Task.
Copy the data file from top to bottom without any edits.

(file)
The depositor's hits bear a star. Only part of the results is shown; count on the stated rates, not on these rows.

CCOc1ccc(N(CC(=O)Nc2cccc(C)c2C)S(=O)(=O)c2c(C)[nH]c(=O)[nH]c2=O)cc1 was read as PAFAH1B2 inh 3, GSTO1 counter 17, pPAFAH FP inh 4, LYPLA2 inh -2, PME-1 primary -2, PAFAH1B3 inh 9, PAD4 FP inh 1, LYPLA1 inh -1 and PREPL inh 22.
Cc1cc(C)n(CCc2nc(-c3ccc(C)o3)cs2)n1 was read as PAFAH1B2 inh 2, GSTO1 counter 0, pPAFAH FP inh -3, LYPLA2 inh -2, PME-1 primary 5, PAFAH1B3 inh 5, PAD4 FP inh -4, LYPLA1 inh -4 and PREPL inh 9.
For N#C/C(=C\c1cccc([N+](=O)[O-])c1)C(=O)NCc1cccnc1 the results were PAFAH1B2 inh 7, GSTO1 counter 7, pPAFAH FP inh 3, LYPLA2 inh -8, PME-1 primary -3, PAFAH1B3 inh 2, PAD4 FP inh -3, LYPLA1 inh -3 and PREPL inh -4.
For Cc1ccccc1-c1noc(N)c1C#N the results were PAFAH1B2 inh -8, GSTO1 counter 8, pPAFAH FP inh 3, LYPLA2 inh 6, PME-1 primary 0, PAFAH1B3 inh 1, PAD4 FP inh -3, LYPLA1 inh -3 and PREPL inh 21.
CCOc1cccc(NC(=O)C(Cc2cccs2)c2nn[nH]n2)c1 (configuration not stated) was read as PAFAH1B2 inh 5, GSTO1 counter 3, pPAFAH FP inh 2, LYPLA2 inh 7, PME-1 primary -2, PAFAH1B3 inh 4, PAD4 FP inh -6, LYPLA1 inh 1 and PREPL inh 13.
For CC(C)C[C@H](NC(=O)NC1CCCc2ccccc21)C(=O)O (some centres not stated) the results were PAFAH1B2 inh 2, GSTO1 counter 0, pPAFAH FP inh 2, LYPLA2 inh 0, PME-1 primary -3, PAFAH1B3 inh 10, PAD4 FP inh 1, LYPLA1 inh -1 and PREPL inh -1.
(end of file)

The depositor's hits bear a star. Only part of the results is shown; count on the stated rates, not on these rows.

CCOc1ccc(N(CC(=O)Nc2cccc(C)c2C)S(=O)(=O)c2c(C)[nH]c(=O)[nH]c2=O)cc1 was read as PAFAH1B2 inh 3, GSTO1 counter 17, pPAFAH FP inh 4, LYPLA2 inh -2, PME-1 primary -2, PAFAH1B3 inh 9, PAD4 FP inh 1, LYPLA1 inh -1 and PREPL inh 22.
Cc1cc(C)n(CCc2nc(-c3ccc(C)o3)cs2)n1 was read as PAFAH1B2 inh 2, GSTO1 counter 0, pPAFAH FP inh -3, LYPLA2 inh -2, PME-1 primary 5, PAFAH1B3 inh 5, PAD4 FP inh -4, LYPLA1 inh -4 and PREPL inh 9.
For N#C/C(=C\c1cccc([N+](=O)[O-])c1)C(=O)NCc1cccnc1 the results were PAFAH1B2 inh 7, GSTO1 counter 7, pPAFAH FP inh 3, LYPLA2 inh -8, PME-1 primary -3, PAFAH1B3 inh 2, PAD4 FP inh -3, LYPLA1 inh -3 and PREPL inh -4.
For Cc1ccccc1-c1noc(N)c1C#N the results were PAFAH1B2 inh -8, GSTO1 counter 8, pPAFAH FP inh 3, LYPLA2 inh 6, PME-1 primary 0, PAFAH1B3 inh 1, PAD4 FP inh -3, LYPLA1 inh -3 and PREPL inh 21.
CCOc1cccc(NC(=O)C(Cc2cccs2)c2nn[nH]n2)c1 (configuration not stated) was read as PAFAH1B2 inh 5, GSTO1 counter 3, pPAFAH FP inh 2, LYPLA2 inh 7, PME-1 primary -2, PAFAH1B3 inh 4, PAD4 FP inh -6, LYPLA1 inh 1 and PREPL inh 13.
For CC(C)C[C@H](NC(=O)NC1CCCc2ccccc21)C(=O)O (some centres not stated) the results were PAFAH1B2 inh 2, GSTO1 counter 0, pPAFAH FP inh 2, LYPLA2 inh 0, PME-1 primary -3, PAFAH1B3 inh 10, PAD4 FP inh 1, LYPLA1 inh -1 and PREPL inh -1.